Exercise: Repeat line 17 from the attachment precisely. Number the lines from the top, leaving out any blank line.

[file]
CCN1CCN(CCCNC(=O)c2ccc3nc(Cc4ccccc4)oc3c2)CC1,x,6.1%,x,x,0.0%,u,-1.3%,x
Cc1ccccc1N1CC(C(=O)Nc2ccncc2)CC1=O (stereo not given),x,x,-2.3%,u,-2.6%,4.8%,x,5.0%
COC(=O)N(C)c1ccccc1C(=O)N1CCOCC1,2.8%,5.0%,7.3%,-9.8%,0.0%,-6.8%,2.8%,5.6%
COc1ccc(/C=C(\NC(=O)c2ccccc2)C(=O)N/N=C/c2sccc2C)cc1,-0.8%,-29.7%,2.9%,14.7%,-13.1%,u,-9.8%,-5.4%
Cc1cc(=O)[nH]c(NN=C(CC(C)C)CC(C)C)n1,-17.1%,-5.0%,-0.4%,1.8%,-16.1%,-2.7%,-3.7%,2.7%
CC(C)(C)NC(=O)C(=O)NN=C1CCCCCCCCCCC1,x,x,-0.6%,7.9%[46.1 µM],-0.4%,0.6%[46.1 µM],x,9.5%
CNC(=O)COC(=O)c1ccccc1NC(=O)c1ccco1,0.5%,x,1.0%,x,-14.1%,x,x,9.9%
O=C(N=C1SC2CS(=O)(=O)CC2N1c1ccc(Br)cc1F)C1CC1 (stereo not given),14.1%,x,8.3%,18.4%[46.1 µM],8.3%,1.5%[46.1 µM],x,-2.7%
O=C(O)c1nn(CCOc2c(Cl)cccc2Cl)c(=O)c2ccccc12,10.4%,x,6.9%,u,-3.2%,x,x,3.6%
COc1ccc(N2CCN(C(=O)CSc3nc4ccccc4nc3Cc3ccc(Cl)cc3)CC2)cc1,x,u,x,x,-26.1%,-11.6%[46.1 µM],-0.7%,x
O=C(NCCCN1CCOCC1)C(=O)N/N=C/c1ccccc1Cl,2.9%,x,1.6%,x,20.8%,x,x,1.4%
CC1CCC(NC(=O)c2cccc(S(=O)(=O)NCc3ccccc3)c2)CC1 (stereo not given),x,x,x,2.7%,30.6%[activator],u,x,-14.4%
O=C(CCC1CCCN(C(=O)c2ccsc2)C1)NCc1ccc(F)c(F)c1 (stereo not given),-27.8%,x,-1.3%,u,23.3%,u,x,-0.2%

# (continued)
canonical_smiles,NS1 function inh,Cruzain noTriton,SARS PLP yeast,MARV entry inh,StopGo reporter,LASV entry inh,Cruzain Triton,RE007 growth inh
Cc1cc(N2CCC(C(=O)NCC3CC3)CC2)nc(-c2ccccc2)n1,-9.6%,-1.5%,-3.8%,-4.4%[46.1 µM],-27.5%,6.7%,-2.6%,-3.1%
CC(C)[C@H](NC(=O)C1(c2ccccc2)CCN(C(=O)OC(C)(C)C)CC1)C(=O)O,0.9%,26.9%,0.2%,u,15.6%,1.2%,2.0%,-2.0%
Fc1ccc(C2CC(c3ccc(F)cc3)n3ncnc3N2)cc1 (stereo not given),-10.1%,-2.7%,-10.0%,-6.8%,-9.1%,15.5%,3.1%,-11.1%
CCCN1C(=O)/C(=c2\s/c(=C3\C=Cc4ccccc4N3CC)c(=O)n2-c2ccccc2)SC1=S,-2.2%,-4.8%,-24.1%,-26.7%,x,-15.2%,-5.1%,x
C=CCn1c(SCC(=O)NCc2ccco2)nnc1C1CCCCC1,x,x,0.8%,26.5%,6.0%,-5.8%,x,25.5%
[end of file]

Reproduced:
CC(C)[C@H](NC(=O)C1(c2ccccc2)CCN(C(=O)OC(C)(C)C)CC1)C(=O)O,0.9%,26.9%,0.2%,u,15.6%,1.2%,2.0%,-2.0%